I refer to that as deck construction rather than deck building in order to differentiate between the two mechanics. I haven't played Netrunner, but I'd like to give it a try sometime. As for Seasons, I don't think it really fits in the same category.


Deck construction is the godfather of deck building. I don't find deck building per se to have enough meaningful decisions to justify the devolution. It's like someone made a game of turn based miniature painting.
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Matt Brown
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wytefang wrote:
Same with Quarriors...


Random factor of the dice prevents this from being the stellar game it could be. Case in point, I cleaned house on a game of it this weekend, and I think one player didn't even have a point by the time I won the game. If people don't mind it, by all means play it because I liked pretty much everything else.

infochuck wrote:
Ignore the haters that claim it's broken.


It's been proven to be broken. One can simply house rule to smooth things over, but the broken combo still exist.

Candi wrote:
I personally think games that use deckbuilding as a mechanic (and not *the only* mechanic) are much more enjoyable.


+1.
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Drew Hicks
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Radical School Hours
 
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kaziam wrote:
sdougla2 wrote:
kaziam wrote:
But I prefer doing my deck building before the game and then actually playing against my opponent instead of my deck, so bag deckbuilding all together and try Android: Netrunner and Seasons.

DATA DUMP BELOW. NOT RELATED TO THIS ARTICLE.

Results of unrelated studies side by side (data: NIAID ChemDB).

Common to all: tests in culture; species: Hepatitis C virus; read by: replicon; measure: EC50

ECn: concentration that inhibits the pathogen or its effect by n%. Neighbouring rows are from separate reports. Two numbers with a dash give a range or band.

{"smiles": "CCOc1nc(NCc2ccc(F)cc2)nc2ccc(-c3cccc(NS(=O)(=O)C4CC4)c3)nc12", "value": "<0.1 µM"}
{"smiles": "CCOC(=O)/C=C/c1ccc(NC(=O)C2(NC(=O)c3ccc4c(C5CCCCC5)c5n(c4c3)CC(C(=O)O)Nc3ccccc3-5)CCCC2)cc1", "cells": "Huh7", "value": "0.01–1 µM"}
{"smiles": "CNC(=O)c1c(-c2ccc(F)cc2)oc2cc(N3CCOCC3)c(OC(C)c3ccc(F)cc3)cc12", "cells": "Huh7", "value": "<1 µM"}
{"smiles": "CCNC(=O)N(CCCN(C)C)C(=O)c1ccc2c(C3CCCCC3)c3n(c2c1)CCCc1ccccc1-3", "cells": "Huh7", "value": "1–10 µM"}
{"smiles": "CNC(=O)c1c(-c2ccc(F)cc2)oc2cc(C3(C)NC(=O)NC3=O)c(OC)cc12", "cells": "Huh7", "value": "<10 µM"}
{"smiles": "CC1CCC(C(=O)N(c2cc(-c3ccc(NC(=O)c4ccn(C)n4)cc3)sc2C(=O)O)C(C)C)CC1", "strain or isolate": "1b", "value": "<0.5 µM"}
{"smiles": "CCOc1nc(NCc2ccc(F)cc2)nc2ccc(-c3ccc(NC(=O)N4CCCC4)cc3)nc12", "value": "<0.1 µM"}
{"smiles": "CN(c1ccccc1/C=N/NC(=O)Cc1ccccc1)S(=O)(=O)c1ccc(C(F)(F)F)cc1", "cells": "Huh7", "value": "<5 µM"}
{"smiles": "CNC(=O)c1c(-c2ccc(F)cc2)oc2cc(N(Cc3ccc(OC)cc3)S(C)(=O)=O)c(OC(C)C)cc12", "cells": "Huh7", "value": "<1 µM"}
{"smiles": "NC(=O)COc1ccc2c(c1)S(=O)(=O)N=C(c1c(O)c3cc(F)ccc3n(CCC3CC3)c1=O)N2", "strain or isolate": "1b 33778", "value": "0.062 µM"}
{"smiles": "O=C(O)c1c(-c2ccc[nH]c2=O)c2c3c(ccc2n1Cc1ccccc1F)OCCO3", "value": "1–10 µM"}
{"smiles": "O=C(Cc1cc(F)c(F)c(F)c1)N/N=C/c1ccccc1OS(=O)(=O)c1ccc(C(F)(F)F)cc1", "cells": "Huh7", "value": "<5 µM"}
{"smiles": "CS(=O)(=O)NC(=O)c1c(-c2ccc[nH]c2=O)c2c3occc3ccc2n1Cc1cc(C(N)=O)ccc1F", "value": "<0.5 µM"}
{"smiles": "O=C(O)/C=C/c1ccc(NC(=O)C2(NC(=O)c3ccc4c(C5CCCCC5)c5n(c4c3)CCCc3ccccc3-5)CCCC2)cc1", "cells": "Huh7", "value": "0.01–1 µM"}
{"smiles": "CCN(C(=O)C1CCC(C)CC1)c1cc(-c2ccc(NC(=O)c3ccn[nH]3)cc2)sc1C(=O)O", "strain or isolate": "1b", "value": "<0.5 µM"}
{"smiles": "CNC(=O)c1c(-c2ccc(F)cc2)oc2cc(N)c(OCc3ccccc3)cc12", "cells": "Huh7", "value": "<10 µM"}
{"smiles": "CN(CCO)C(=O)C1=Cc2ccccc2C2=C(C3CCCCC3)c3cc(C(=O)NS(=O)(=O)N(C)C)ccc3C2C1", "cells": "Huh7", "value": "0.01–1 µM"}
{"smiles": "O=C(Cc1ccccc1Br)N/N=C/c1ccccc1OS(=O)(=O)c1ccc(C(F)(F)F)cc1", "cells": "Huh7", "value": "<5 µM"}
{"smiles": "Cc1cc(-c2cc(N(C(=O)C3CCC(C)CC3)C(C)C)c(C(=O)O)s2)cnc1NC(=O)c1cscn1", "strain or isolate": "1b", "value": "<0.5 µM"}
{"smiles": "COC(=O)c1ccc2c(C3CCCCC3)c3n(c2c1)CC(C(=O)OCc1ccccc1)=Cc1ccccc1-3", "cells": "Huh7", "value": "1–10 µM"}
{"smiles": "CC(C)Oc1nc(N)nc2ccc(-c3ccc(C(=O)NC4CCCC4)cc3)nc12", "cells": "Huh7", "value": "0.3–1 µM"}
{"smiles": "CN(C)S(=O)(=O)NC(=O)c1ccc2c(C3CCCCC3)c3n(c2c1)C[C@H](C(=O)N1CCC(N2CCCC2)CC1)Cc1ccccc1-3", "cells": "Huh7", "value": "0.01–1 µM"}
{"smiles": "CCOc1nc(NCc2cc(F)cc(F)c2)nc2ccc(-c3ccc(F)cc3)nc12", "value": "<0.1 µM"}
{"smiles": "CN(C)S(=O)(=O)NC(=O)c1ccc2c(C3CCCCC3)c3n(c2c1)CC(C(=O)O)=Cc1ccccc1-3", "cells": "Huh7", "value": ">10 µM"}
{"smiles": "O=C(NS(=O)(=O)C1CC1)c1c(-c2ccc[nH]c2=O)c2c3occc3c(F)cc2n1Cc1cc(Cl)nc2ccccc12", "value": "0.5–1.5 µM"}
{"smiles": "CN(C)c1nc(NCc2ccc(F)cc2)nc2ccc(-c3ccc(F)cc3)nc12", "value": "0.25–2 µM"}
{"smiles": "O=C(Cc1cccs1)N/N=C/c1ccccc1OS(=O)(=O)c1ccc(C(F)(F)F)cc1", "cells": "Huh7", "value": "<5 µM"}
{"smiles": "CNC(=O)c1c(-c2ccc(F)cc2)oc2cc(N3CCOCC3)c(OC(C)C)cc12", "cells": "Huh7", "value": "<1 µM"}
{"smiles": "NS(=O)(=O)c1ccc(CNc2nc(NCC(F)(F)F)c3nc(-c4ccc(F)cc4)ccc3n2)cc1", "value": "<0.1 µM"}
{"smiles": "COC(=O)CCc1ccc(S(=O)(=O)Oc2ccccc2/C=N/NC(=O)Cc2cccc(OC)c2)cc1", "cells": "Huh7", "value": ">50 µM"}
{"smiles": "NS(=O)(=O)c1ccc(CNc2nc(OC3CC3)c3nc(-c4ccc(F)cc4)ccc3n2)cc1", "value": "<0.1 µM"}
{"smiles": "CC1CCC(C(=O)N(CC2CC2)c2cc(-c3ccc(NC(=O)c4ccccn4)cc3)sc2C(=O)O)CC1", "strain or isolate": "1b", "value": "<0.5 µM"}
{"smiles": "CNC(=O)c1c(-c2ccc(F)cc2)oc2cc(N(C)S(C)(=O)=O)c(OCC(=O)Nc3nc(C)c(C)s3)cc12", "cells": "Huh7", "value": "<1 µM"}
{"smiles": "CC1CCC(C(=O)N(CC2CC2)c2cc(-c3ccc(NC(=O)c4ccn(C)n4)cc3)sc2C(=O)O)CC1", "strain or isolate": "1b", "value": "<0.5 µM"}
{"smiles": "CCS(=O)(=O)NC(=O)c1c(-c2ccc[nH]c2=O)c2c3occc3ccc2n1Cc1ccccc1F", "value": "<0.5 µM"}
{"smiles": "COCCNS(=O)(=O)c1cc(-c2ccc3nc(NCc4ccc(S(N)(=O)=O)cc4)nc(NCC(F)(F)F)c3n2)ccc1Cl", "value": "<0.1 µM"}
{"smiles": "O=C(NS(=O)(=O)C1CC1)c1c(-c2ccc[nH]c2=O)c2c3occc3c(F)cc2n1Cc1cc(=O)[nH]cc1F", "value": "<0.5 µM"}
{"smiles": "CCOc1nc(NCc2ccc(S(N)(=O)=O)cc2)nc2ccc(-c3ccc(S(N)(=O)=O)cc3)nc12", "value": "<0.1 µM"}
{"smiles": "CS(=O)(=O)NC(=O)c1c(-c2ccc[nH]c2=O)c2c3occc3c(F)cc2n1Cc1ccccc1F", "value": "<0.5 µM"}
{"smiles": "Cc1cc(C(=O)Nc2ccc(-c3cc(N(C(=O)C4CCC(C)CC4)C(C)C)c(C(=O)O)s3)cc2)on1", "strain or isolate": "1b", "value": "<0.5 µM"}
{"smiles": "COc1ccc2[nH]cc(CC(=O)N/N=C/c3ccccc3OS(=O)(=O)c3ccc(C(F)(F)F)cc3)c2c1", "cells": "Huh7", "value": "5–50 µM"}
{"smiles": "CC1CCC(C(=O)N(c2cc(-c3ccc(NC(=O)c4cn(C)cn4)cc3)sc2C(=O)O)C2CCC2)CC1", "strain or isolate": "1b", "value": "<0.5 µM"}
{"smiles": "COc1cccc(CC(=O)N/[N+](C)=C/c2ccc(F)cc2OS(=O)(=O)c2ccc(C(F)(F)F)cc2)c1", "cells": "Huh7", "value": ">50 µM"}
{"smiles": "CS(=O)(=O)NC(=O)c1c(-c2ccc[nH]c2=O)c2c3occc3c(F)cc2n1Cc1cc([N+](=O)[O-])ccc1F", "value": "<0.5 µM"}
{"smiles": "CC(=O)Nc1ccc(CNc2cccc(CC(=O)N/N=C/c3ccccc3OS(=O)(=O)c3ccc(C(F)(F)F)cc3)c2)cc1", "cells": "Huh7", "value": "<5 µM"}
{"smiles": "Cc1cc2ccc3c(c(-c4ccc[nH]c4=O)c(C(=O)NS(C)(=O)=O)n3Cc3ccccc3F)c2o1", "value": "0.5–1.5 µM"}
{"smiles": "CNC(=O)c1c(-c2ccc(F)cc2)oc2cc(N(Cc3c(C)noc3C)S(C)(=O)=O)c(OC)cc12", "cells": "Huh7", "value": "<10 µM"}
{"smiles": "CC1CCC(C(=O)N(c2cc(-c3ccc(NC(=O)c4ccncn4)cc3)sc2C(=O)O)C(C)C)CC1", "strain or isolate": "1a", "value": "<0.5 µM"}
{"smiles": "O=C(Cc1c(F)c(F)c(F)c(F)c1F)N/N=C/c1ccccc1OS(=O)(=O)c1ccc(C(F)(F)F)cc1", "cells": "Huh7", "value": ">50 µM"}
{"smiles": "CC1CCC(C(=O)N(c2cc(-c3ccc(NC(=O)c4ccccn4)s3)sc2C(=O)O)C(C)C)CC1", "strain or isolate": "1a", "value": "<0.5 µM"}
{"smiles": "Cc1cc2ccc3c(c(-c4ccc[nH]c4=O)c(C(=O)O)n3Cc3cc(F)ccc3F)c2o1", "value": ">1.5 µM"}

I refer to that as deck construction rather than deck building in order to differentiate between the two mechanics. I haven't played Netrunner, but I'd like to give it a try sometime. As for Seasons, I don't think it really fits in the same category.


Deck construction is the godfather of deck building. I don't find deck building per se to have enough meaningful decisions to justify the devolution. It's like someone made a game of turn based miniature painting.


This is how I feel, but I still enjoyed my two plays of Core Worlds.
 
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Adam
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skyzero wrote:

You don't have to look much further than Core Worlds. Outstanding deckbuilder and my favorite of all the ones mentioned in this thread.


+1 for Core Worlds. Dominion had me burnt out on deck building games. However, I am somewhat bias toward space themed games. Core Worlds is an excellent game, and I have yet to try my recently acquired expansion which I am sure is going to add more fun to it.
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Craig.
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Friday - SOLO PLAY!
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Scott Douglass
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kaziam wrote:
Deck construction is the godfather of deck building. I don't find deck building per se to have enough meaningful decisions to justify the devolution. It's like someone made a game of turn based miniature painting.


While I agree that deck building games drew inspiration from deck construction games like MTG, I disagree that deck building games are comparable to turn based miniatures painting. There is nothing inherent to deck building that forces it to be devoid of interesting decision making. I've found certain deck building games don't have enough interesting decision making, but that's a result of the overall design, rather than the inclusion of a deck building element.

The comparison that comes to mind immediately is Dominion and Puzzle Strike. Puzzle Strike is far and away my favorite pure deck building game, and it has many similarities to Dominion. On the other hand, I find Dominion to be fairly lackluster, with few interesting decisions, no tactical play, and extremely repetitive game play, while Puzzle Strike is dynamic, has a wealth of deep tactical and strategic considerations that inform your decisions, and offers far greater variety.

Maybe deck building games just aren't for you, and you wouldn't like any of them regardless, but there can be deep, interesting decisions to make in deck building games. You just need a well implemented deck building element that ties in with the tactical and strategic decision space of the game.